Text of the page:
Home » English » The Great Khai Kam by Dr. Vum Ko Hau

The Great Khai Kam by Dr. Vum Ko Hau


He possessed seven guns at the time of British arrival in the Chin Hills. When the British ordered the surrender of guns he gave in 4 and kept 3 which he used again at the time of Siyin rebellions. The British invited some leading Siyin Chiefs to view the power of their weapons at Kalemyo. They saw it but were not convinced that the heavily booted soldiers would be able to climb the hills and at the same time fight the Siyins who hitherto knew no defeat. According to War Chief Khai Kam the first contingent to attempt to come up the Chin Hills were the British and the Punjabi soldiers. They were attacked at Tan Lai and repulsed to Kalemyo. The second attempt was led by the Gurkhas and met at Phatzang and retreated to Tulsuk No. 2 stockade. One soldier who retreated through the jungle met a tiger which pounced on him and severely mauled him. Some soldiers disturbed king bee hives and were stung. These stories were reported to their headquarters to the effect that the Siyins were not alone but were assisted by tigers and king bees.

The third British onslaught was met at Leisan Mual Red Rocky Gate, the traditional gate from where all foreign enemies were repulsed from time immemorial. It was at this Gate that Jamadar Ghaje Khale, V.C., won his Victoria Cross while fighting against the Japanese troops in 1943. This time the enemy were in much greater numbers beside their more modern weapons, being breach loading ones as against the Siyins, flint lock guns. The British succeeded in penetrating the Siyin Chin country for the first time in January 1889. The Siyins led by the Siyin Chiefs rebelled against the British starting at Lunmun, Thuklai in 1892.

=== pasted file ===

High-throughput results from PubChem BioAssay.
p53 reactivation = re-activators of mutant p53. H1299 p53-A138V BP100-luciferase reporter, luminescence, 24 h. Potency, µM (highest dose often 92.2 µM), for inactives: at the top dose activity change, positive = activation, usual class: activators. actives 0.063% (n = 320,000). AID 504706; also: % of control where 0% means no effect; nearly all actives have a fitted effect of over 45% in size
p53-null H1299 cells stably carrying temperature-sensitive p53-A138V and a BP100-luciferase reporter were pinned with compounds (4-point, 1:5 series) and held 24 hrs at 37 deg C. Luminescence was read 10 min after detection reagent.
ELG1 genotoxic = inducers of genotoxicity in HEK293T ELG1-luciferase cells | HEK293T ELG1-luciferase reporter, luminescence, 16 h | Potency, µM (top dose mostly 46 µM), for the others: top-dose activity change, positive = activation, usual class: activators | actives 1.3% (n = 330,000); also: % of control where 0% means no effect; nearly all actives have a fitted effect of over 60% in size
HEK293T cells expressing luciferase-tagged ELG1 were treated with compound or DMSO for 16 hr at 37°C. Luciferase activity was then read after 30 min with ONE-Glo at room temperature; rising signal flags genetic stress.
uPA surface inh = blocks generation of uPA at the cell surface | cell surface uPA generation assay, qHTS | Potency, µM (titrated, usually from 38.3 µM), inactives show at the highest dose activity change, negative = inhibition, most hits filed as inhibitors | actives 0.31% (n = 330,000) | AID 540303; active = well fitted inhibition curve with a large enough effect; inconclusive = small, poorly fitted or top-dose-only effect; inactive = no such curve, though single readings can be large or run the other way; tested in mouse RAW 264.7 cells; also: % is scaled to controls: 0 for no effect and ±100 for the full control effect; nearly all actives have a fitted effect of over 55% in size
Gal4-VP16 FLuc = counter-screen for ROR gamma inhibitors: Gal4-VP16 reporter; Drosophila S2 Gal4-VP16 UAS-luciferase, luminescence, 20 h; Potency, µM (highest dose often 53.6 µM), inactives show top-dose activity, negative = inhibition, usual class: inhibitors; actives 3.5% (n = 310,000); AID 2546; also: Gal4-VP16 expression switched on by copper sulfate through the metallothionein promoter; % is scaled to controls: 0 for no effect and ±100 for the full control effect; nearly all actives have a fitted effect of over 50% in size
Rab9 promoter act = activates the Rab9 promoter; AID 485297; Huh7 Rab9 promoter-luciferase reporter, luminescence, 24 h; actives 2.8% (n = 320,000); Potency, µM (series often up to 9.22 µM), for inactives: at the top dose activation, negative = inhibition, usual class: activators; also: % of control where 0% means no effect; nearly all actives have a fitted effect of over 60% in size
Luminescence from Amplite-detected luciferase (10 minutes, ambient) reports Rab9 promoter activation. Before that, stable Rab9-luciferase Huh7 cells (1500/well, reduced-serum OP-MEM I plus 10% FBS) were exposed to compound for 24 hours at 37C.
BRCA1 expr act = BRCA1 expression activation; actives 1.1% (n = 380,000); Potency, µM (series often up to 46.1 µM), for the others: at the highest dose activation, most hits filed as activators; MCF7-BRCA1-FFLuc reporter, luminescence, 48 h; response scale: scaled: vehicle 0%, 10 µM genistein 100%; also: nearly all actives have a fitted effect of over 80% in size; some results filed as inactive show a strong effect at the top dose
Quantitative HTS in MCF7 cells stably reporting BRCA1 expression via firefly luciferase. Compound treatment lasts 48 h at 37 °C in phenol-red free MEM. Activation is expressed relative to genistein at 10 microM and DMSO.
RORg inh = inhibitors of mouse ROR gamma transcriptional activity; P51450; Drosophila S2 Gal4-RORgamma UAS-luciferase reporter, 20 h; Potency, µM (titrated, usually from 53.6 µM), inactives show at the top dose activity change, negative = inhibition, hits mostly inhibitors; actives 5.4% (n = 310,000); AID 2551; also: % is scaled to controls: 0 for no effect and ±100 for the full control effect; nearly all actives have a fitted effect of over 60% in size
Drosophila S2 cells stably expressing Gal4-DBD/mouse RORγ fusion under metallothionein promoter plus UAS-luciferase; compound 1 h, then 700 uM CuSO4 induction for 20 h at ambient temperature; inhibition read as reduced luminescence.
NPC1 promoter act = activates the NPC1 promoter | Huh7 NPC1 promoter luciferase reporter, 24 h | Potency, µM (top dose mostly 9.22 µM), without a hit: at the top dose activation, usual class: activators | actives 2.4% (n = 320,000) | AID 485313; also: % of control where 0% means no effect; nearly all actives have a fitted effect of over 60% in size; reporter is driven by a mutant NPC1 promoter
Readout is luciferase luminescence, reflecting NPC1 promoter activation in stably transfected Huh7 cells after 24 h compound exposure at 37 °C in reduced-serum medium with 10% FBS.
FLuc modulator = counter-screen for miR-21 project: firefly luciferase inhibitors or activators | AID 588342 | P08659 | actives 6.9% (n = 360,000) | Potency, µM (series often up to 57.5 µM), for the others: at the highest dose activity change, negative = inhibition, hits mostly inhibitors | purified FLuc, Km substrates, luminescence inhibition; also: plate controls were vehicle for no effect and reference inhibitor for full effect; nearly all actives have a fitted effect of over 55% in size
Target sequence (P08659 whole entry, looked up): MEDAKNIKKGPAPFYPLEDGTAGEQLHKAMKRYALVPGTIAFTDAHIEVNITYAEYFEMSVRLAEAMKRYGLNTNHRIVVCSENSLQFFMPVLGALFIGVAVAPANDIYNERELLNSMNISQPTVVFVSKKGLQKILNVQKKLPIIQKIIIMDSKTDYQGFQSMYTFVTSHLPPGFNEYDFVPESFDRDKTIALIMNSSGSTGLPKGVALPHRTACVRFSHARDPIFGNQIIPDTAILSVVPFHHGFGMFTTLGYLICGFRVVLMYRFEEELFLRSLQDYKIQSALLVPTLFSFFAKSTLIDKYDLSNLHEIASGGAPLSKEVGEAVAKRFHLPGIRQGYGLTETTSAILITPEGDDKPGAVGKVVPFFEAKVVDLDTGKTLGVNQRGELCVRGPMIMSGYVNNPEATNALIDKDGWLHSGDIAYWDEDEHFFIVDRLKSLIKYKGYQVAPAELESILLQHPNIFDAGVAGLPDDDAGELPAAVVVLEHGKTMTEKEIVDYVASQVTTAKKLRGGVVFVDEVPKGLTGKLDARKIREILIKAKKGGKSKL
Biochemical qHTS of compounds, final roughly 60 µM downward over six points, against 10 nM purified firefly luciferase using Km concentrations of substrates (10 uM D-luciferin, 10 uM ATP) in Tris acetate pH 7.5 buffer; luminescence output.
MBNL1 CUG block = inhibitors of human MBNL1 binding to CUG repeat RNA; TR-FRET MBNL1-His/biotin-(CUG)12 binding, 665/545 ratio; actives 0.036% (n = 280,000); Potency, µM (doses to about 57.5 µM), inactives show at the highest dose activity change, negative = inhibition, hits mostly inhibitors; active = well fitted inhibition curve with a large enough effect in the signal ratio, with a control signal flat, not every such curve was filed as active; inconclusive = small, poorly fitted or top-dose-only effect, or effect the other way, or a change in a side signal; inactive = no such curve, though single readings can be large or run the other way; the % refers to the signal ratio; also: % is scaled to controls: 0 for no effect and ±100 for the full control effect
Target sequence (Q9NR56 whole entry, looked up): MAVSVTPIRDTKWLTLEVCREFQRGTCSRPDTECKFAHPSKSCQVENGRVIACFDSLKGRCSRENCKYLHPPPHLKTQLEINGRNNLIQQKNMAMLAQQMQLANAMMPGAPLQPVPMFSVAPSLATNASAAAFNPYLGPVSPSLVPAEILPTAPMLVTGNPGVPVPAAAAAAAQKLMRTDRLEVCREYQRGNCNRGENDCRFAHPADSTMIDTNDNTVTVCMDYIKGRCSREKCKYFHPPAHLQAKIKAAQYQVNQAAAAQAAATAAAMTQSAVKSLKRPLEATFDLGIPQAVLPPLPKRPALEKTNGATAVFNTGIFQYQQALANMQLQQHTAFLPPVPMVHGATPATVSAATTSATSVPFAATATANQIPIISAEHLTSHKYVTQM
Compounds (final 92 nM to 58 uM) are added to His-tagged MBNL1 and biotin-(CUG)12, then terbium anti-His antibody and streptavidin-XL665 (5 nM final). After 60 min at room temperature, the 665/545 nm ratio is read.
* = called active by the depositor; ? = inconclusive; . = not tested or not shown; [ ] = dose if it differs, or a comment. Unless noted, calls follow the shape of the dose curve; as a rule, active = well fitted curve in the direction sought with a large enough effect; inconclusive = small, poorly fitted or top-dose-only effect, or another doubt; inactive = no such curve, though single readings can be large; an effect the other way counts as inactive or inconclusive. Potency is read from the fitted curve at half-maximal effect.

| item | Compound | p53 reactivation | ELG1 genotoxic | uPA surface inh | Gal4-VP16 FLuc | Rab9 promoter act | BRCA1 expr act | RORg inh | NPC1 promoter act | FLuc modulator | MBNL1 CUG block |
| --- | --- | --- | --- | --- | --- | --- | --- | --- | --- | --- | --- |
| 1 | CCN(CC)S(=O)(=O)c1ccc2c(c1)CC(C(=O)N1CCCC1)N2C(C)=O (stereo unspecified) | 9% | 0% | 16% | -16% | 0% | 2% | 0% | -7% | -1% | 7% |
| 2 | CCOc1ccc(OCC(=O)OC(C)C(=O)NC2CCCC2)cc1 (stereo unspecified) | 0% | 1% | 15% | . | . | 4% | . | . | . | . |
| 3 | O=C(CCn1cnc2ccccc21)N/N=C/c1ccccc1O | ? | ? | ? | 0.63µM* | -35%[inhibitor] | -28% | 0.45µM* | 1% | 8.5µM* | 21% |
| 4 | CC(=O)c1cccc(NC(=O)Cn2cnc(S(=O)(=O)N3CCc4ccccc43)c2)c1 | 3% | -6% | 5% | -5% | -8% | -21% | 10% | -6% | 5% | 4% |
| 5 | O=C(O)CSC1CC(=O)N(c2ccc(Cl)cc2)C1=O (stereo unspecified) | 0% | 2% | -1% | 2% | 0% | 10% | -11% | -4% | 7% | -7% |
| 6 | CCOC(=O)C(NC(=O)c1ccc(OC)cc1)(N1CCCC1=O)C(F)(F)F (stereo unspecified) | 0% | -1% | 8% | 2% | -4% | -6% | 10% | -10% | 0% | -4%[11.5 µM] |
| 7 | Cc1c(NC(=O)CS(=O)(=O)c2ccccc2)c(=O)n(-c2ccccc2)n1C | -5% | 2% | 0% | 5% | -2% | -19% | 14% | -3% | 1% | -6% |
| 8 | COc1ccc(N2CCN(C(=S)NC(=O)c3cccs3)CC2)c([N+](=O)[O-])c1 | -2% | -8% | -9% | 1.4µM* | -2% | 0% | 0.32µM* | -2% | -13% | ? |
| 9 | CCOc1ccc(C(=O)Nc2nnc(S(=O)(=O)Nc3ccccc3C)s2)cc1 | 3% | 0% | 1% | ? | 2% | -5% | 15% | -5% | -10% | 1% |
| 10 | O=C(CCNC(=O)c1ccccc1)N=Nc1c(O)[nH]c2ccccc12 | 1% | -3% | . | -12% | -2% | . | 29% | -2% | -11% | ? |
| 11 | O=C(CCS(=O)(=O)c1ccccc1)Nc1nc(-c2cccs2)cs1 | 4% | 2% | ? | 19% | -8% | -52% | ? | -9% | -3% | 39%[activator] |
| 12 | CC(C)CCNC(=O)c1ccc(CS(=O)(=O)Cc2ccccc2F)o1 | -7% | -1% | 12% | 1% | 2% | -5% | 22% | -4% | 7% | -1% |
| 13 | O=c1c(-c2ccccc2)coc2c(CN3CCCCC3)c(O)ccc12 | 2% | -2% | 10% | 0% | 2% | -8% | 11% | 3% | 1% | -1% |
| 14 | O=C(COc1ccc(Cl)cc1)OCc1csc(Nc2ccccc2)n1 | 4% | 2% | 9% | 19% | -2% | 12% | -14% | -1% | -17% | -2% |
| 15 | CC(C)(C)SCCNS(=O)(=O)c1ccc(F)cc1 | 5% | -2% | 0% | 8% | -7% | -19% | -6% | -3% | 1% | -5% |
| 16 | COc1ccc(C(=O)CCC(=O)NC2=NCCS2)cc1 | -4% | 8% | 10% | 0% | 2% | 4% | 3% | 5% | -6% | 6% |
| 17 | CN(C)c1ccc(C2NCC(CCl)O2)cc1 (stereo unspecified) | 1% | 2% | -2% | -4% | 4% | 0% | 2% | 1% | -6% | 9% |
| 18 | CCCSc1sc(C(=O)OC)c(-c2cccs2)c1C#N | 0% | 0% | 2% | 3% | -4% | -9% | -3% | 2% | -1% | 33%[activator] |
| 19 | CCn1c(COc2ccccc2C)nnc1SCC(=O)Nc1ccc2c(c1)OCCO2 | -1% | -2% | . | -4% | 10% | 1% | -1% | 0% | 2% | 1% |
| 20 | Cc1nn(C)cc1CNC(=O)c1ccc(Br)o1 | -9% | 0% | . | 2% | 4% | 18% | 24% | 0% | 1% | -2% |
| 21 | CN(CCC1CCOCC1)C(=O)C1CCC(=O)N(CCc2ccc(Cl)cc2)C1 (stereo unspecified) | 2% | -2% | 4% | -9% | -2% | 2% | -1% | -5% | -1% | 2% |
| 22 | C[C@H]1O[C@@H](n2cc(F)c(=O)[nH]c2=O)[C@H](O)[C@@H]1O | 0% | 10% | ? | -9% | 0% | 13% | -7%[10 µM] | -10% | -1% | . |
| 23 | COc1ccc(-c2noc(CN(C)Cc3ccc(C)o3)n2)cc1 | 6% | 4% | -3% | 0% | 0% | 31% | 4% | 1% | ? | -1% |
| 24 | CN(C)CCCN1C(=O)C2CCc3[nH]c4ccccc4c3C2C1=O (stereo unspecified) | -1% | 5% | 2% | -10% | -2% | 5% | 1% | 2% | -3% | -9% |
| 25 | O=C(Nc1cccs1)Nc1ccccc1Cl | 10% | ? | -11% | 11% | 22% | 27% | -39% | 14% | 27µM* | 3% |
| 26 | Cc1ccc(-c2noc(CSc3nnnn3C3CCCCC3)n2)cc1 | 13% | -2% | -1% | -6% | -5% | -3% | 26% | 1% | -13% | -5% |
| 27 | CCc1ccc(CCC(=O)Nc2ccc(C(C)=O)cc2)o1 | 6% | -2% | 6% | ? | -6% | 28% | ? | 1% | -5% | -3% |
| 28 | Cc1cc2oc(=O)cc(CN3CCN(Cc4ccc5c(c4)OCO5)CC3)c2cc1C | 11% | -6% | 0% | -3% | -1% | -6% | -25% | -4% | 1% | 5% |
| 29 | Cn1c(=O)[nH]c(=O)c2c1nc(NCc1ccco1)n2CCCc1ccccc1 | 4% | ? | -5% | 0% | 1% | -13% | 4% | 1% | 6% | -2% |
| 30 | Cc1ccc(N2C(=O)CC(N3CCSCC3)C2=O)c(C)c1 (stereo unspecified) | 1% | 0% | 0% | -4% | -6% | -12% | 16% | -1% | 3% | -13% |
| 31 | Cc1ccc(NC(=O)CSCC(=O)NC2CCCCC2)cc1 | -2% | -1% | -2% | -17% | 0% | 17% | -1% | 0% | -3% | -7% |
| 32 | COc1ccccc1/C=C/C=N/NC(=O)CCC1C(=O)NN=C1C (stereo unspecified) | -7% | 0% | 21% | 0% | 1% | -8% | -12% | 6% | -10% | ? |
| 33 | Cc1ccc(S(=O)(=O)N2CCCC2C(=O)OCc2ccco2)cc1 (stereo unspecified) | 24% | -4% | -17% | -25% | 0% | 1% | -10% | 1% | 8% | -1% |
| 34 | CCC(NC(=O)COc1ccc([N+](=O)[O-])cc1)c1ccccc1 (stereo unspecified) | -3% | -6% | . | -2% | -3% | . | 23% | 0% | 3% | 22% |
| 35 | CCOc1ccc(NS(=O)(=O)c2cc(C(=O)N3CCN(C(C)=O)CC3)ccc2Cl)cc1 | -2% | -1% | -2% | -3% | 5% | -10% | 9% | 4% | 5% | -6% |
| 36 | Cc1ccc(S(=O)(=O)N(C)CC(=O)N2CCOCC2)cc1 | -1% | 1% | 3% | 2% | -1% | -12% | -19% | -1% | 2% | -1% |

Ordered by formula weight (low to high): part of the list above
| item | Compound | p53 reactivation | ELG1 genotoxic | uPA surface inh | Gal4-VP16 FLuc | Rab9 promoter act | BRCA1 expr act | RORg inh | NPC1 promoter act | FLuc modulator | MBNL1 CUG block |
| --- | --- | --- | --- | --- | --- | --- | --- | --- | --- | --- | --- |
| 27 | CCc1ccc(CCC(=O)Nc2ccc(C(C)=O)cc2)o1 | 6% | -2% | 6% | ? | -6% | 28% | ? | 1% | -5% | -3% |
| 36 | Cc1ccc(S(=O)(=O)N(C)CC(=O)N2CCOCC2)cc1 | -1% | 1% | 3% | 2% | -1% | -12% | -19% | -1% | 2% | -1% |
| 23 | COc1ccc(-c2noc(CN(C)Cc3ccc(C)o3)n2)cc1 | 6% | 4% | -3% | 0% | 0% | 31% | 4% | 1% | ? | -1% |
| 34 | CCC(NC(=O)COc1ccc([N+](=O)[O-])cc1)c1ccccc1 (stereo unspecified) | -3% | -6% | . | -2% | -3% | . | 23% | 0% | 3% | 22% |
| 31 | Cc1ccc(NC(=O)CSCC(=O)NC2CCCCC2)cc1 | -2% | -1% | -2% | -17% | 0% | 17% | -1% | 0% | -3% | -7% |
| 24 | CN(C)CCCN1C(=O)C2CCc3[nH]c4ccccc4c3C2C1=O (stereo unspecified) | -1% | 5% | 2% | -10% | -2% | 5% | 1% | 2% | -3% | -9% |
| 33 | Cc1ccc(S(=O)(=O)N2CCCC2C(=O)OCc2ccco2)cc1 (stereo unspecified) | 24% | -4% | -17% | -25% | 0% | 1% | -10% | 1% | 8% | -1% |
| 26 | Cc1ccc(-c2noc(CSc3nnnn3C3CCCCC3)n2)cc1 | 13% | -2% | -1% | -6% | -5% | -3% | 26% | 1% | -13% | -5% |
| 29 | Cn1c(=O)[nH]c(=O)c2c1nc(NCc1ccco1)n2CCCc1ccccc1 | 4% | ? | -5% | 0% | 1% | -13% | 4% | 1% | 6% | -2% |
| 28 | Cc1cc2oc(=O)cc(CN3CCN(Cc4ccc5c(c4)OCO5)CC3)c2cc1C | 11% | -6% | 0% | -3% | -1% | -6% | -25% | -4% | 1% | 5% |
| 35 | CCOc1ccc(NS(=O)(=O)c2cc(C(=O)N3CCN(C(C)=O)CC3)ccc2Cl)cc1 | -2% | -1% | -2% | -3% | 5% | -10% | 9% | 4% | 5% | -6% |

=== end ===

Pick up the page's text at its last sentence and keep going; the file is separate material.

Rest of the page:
The most outstanding Siyin rebel leader was Chief Khai Kam; when his rebel colleagues gave in he took to hiding until 1894. Although all Siyin Chiefs agreed to rebel, the penalty was imposed only on the prominent war Chiefs and as a result Chief Khai Kam was transported for life to the Andamans. When he was led from Thavak to the Kindat jail the locked chains opened by themselves three times but he did not attempt to flee. The guard commander was puzzled about the miraculous happening.

His father, Chief Khup Pau, was sent to prison for four years. His younger brother Mang Pum (later Subedar Mang Pum) was sent for three years together with his father to the Rangoon jail. Subedar Mang Pum appealed to the British government for the release of his brother from the Andamans when the former became Subedar in the Chin Hills battalion. When Chief Khai Kam was released the British used him as advisor during the Haka rebellion in 1917. Siyin war chief Khai Kam returned of the Siyin Valley from the Andamans on the 14th May 1910 and left the world on the 15th September 1919.

In his life time he killed and caught many enemies; he bagged tusker elephants and all other wild animals as he pleased. He was satisfied that he fulfilled a man’s life ambitions.

“The hereditary Chief of this village (Khuasak) is Khai Kam a half brother and cousin to Lien Voom. He was deported for life about 1894 for instigating the Siyin Rebellion and was released last rains. His brother Mang Pome who is a Jemadar in the Military Police was deported at the same time but for a few years only. Mang Pome is a man of influence amongst the Siyin tribe and a loyal servant of Government. He should be consulted on all big questions affecting the tribe.

“Kai Kam (Khai Kam) returned from Andamans a short time ago. I have found him quiet and well behaved. He is not to be an elder or “Wai-Hom-Pa” of the village”.

“Kan Lyen is an intelligent and good man who tries to do his best in regard to carrying out orders etc. He has to deal with men w.ho are very independent and occasionally needs supports and advice”.

H. Rundle 22-11-1912 “From the Chiefs Register”.

Vum Ko Hau

Note: Compiled from the “Profile of a Burma Frontier Man”


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